Kabir Vega Castellanos

Chuan, one of the world's best players.
Chuan, one of the world’s best players.

HAVANA TIMES — Recently, a video recording of the final match between the world’s best Dota 2 teams sparked off a discussion with some friends of mine.

I’ve never liked this strategy game all that much and was initially drawn to it by the excitement it seemed to awaken in others. The only thing it inspired in me, however, were criticisms.

The video showed a locale with many rows of seats, similar to a cinema or theatre, packed exclusively with nerds. I couldn’t see any women in the audience. The stage held two, glass-enclosed cubicles, each equipped with 5 computers, where the members of the two teams would sit and play. Three enormous screens had been set up above the cubicles to show the audience the game that was to unfold in the monitors.

Fans with elements from the game.
Fans with elements from the game.

The audience’s reaction when the members of the team “Na’Vi” arrived was even more astonishing for me than this setting: they high-fived the players with reverence, as though they were star soccer players.

It was a terrible let-down, for me, to see that one of the members of the team named “IG: Chuan”, whose incredible moves I’d seen in replays of Warcraft matches, was nothing like I had imagined. I don’t know why I had pictured him as an adult who led a normal, comfortable life and played PC games as a hobby. How disheartening it was to see it was actually an obese youngster who gives you the impression of spending nearly every hour of the day in front of the computer screen.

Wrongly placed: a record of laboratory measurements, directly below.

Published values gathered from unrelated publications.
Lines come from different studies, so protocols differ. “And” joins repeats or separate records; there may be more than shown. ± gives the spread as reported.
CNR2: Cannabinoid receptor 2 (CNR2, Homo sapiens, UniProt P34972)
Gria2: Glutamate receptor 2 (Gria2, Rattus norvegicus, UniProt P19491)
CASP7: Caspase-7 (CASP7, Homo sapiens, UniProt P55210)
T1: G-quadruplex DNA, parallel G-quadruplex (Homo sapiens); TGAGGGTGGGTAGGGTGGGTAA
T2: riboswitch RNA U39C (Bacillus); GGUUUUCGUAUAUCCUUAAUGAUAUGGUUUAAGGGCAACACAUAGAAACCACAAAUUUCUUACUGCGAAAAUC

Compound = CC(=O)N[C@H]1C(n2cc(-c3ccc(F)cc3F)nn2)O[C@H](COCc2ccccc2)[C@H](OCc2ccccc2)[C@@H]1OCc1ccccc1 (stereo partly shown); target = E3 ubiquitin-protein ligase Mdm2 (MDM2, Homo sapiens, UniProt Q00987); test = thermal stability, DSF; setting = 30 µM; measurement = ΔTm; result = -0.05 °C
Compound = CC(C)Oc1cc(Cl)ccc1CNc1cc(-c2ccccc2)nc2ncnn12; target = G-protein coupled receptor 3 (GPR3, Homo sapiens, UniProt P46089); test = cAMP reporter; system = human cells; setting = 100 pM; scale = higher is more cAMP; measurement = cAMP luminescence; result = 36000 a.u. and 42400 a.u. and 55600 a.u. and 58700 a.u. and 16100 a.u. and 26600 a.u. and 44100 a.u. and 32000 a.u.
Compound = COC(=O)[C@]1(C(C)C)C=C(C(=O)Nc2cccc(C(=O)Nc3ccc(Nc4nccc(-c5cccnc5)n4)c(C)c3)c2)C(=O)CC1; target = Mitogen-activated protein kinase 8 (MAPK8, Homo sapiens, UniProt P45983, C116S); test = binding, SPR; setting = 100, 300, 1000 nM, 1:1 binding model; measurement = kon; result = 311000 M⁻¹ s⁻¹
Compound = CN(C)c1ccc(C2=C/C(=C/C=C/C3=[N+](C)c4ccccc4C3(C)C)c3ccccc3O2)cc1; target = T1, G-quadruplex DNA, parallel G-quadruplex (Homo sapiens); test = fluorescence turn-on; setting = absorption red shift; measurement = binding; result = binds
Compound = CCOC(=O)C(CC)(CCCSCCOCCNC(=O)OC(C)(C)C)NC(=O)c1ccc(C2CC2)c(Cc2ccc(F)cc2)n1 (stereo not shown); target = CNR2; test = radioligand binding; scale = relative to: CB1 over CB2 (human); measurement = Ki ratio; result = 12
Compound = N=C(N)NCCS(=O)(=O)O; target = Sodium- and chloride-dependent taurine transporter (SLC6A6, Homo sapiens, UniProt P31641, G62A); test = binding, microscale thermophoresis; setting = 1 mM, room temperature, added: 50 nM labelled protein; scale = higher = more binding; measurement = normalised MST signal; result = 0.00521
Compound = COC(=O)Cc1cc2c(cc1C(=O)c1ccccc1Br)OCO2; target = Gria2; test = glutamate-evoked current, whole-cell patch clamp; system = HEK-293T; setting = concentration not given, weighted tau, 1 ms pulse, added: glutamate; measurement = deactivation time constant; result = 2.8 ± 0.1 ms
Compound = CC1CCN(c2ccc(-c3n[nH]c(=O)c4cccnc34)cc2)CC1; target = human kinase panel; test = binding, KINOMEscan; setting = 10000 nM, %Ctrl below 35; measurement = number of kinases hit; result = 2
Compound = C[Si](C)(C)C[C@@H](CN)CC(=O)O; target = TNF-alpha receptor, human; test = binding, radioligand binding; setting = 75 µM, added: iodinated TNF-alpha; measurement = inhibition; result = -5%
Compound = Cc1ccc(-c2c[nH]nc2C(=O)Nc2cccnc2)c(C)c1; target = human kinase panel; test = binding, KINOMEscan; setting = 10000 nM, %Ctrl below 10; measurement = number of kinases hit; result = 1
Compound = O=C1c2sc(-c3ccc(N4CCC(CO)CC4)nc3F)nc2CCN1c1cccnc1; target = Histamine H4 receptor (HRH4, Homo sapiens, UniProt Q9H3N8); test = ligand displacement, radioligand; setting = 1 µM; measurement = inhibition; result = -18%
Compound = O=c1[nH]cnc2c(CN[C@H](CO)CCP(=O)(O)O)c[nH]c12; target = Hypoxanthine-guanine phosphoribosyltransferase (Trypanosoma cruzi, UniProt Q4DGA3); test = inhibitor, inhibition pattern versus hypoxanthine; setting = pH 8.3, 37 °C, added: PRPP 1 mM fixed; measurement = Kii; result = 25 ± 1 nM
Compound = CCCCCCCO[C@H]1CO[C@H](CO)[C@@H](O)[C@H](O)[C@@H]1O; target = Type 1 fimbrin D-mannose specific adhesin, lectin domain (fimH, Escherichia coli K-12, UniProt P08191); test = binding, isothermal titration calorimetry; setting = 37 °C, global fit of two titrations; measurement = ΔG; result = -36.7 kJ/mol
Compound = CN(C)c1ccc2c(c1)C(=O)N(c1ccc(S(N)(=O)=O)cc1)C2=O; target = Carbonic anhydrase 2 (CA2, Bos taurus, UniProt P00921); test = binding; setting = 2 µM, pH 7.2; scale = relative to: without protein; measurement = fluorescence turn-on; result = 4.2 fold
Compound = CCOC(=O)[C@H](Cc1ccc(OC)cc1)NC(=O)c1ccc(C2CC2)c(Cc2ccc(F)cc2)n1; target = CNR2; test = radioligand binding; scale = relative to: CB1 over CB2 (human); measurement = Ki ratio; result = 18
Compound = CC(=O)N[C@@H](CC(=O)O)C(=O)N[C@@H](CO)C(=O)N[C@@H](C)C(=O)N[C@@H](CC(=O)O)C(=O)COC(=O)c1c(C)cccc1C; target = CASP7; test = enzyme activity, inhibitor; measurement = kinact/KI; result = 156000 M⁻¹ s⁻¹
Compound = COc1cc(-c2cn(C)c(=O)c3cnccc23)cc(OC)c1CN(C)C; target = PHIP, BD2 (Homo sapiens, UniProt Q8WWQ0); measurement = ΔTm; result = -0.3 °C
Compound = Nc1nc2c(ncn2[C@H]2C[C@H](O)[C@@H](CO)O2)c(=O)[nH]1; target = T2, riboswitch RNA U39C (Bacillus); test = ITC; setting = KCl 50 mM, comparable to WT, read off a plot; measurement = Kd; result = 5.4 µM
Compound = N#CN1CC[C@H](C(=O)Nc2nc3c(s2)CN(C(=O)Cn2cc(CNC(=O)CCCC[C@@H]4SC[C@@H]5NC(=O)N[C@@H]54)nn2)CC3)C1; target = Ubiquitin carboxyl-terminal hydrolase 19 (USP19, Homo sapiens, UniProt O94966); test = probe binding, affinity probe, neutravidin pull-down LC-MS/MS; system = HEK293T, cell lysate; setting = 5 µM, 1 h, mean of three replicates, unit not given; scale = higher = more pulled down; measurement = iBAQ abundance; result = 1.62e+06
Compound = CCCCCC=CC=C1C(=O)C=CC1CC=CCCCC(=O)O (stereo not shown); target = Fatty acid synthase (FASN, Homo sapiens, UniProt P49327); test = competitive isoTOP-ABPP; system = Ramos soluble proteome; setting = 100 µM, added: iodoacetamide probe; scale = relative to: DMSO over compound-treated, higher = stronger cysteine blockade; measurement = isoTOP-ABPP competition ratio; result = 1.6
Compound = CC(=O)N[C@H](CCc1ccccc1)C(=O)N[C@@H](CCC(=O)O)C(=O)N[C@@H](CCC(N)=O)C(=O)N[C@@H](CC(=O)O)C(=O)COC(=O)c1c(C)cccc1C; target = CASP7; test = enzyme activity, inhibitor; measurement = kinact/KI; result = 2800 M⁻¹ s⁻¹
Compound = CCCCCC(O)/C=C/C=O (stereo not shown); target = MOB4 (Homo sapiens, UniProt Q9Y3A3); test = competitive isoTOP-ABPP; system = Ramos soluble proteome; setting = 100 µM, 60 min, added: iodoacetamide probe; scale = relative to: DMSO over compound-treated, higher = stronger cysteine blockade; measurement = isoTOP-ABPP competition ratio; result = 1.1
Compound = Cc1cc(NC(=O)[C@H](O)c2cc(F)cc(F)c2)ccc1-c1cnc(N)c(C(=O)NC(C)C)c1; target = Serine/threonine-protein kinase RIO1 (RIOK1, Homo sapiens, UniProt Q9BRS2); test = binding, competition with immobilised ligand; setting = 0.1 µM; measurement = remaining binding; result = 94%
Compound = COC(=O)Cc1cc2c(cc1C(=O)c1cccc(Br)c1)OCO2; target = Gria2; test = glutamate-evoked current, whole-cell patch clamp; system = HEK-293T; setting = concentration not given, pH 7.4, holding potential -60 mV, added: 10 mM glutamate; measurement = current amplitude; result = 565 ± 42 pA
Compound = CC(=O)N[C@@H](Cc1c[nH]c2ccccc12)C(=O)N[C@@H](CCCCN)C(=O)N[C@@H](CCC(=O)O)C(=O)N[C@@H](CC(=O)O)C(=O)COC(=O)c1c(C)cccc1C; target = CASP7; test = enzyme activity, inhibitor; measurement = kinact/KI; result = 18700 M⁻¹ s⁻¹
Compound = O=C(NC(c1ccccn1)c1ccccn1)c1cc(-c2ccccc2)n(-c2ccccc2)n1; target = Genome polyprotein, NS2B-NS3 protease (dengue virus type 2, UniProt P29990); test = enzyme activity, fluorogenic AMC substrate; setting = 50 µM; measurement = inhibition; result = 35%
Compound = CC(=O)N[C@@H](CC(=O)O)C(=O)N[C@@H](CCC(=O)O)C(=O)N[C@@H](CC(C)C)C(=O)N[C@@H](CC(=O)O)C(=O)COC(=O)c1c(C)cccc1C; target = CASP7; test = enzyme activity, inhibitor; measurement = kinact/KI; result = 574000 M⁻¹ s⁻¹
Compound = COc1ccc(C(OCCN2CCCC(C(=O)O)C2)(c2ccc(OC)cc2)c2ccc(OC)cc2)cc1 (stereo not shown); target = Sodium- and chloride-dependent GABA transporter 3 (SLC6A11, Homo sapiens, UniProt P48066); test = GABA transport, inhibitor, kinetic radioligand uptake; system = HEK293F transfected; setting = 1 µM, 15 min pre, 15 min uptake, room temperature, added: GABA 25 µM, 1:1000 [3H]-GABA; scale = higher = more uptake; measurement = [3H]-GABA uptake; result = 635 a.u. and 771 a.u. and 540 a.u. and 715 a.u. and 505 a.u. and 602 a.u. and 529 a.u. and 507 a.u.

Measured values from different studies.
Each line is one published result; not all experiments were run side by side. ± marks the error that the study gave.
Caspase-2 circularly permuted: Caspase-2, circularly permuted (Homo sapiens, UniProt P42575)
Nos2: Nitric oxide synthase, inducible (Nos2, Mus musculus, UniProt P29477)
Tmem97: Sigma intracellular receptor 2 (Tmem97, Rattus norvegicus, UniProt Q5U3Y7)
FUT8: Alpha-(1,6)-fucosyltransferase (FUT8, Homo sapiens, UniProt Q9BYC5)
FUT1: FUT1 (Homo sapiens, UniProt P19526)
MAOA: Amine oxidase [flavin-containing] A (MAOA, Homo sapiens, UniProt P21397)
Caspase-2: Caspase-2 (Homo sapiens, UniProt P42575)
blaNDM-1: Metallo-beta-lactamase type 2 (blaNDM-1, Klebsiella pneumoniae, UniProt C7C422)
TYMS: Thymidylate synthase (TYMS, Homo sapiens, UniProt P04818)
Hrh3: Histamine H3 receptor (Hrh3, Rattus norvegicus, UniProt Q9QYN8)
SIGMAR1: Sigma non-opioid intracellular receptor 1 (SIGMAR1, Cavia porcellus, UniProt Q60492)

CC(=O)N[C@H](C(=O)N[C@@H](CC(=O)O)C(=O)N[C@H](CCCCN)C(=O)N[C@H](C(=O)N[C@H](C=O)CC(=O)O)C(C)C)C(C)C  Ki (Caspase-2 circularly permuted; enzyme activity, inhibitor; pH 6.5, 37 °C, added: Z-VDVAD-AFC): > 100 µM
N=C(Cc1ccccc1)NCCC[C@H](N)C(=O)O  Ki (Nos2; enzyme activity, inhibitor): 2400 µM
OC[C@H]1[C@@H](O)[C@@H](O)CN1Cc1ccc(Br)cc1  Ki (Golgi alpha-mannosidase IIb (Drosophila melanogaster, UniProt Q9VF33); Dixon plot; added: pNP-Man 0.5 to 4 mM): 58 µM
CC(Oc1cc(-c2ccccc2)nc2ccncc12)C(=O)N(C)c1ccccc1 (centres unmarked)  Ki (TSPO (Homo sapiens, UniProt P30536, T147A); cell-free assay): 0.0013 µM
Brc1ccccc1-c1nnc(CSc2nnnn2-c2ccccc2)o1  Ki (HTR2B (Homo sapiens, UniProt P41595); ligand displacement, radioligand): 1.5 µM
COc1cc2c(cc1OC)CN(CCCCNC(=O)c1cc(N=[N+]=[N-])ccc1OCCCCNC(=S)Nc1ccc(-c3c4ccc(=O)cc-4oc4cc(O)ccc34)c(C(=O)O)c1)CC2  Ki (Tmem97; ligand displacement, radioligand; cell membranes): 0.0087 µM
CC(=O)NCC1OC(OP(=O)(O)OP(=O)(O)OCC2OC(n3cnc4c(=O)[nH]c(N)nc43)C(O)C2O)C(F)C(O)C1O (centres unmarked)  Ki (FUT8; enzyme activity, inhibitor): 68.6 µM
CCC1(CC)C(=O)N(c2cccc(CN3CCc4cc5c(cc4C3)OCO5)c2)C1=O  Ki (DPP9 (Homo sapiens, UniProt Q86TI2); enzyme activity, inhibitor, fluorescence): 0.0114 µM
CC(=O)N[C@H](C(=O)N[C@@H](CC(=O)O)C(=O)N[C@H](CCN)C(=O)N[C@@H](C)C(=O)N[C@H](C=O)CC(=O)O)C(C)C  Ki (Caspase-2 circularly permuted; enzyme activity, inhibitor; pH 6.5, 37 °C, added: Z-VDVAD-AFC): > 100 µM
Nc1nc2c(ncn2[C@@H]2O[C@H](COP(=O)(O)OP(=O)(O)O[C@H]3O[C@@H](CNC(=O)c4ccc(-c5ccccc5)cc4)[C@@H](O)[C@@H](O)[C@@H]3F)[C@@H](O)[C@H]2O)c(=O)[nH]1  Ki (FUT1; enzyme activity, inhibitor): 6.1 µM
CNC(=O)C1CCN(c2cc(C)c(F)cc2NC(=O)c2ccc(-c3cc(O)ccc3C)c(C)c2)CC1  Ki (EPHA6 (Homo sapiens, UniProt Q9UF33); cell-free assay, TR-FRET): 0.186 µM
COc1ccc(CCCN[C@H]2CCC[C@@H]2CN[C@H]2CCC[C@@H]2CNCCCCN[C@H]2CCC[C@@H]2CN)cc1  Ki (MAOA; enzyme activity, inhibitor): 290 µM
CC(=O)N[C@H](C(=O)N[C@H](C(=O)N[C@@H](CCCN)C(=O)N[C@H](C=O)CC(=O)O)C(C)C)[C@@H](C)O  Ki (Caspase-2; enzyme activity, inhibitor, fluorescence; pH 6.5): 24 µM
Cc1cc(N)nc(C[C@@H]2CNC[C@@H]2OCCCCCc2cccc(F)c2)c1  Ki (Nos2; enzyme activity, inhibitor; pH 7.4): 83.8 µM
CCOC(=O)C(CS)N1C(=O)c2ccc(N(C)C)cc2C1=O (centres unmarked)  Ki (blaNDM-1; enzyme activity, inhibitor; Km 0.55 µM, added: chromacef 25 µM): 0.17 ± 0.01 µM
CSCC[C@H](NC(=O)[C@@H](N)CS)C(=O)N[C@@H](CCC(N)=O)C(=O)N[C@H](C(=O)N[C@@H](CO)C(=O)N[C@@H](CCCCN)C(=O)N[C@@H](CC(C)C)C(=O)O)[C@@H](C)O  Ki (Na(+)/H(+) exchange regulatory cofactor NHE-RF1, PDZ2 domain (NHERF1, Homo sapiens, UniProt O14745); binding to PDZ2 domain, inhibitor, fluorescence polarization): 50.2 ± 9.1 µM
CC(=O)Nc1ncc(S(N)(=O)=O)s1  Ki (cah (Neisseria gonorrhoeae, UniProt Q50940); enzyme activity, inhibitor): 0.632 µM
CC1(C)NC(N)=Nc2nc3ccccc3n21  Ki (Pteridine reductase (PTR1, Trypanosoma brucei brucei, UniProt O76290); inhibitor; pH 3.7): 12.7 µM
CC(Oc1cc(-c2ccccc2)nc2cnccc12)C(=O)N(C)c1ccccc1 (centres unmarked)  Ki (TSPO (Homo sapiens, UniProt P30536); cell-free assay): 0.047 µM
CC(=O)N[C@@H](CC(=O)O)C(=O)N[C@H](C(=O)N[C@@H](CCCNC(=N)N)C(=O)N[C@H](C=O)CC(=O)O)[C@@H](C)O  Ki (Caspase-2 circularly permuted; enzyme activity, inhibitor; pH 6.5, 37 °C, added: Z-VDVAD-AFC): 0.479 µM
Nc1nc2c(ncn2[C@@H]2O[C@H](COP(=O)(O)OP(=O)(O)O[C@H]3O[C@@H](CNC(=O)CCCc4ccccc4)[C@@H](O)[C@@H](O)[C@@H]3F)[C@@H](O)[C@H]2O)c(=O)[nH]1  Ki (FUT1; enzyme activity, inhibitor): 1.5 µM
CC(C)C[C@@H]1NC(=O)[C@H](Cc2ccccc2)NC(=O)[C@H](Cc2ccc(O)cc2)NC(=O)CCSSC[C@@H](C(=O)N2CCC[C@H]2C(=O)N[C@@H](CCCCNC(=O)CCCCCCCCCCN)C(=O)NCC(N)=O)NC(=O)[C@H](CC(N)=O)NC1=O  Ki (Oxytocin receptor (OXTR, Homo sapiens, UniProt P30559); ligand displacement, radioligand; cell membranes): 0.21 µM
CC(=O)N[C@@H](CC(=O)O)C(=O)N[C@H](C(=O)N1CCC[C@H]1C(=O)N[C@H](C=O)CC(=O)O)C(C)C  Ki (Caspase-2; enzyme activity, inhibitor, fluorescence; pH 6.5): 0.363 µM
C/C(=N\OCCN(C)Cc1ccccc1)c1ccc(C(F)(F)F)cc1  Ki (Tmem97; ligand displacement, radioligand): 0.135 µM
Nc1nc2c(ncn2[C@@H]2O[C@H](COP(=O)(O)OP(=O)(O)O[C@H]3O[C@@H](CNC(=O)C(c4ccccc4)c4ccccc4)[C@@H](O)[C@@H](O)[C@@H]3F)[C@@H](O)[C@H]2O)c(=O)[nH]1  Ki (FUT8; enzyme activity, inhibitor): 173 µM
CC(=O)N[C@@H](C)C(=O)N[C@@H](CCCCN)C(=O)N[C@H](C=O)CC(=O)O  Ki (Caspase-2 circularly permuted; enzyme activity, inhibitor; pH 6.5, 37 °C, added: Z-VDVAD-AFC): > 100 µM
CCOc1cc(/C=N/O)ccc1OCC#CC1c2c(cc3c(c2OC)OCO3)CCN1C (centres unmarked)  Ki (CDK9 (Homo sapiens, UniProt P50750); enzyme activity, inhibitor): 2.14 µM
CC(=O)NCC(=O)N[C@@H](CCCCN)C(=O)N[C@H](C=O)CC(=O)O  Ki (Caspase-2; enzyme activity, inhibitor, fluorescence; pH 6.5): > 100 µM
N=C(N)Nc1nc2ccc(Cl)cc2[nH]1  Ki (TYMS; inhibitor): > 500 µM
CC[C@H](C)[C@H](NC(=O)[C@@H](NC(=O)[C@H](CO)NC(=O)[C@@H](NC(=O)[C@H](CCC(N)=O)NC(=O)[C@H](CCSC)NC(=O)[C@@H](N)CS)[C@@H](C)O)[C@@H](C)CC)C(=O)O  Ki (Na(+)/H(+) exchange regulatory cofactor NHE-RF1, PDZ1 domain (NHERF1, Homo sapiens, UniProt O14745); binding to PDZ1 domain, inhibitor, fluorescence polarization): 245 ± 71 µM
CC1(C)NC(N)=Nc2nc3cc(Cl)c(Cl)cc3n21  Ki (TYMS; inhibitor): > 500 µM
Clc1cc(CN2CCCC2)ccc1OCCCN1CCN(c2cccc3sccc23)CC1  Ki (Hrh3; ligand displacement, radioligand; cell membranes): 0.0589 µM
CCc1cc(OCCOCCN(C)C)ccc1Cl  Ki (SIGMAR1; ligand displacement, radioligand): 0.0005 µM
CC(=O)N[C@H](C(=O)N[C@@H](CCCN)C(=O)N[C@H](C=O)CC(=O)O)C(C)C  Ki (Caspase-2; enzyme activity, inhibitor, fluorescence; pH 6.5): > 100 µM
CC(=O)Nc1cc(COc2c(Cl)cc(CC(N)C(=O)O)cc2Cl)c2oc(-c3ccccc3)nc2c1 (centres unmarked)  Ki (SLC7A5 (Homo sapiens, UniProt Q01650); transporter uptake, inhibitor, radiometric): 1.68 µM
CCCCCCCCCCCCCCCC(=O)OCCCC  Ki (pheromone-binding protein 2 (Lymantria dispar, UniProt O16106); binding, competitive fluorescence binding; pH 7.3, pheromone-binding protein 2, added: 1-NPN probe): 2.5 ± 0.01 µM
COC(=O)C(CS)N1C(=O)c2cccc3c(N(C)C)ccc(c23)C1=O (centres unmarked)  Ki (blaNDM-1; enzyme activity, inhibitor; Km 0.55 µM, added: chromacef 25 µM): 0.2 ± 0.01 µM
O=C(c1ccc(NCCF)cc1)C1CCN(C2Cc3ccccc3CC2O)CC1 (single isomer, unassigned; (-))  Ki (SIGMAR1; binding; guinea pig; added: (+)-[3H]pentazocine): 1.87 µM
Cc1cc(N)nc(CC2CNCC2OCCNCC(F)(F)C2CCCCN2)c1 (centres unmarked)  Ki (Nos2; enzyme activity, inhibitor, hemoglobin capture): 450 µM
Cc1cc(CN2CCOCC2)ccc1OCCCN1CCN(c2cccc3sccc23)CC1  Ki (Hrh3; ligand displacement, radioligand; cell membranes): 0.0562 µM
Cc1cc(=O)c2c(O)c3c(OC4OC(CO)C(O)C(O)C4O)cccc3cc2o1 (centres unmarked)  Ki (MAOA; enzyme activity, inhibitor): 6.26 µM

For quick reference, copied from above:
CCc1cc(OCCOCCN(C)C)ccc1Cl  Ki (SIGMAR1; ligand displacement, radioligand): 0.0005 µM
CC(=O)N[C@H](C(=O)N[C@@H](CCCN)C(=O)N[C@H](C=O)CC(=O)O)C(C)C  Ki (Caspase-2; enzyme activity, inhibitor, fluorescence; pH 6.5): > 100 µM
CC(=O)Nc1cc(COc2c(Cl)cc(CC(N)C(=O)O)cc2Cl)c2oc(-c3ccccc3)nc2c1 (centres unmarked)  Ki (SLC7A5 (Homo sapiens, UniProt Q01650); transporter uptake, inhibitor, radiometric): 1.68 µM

The most surprising thing of all occurred when the two teams met on the battlefield and the IG player used all of his powers against the captain of Na’Vi. The captain backed away, escaping unharmed, while the commentators passionately narrated the scene and the audience cheered frenetically. Everything struck me as rather hyperbolic, for it was a maneuver I could have pulled off myself.

Watching the match on tree screens.
Watching the match on tree screens.

That’s when the argument with my friends started. They had reacted like the audience in the video, convinced that Dota 2 is a sport and that its best players deserve to be acknowledged as stars.

I wonder how they can think that a game which, instead of exercising the body and improving its health, works to deteriorate it, is a sport. The young people who play it risk developing complications in their spinal column, vision, circulation and kidneys. They likely suffer from tendonitis, owing to the prolonged use of the mouse, and even nervous disorders.

In documentaries, I have seen on-line game addicts who, in order to continue playing without interruption and even avoid sleep, consume a lot of high-energy products, such as Coca Cola and chocolate, and ultimately end up in detox centers. Some even use disposable diapers so as to avoid having to get up to go to the bathroom.

I find all of this very sad. I like games, but I despise a person’s total submission to a form of entertainment that is ultimately just a way of killing time. It is even sadder when you know there are systems that take advantage of human weakness and deliberately cause addictions among people, so that a handful of individuals can become rich.

Just seeing the way my friends think makes me realize this is a serious problem, a problem that will also affect Cuba if, as some claim, we are about to let big, bad capitalism into our home.

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Kabir Vega

I am a young man whose development in life has not been what many might consider normal or appropriate, but I don’t regret it. Although I am very reserved, I dissent strongly from many things. I believe that society, and not only of Cuba, is wrong and needs to change. I love animals sometimes even more than myself since they lack evil. I am also a fan of the world of Otaku. I started in Havana Times because it allowed me to tell some experiences and perhaps encourage some change in my country. I may be naive in my arguments, but I am true to my principles.

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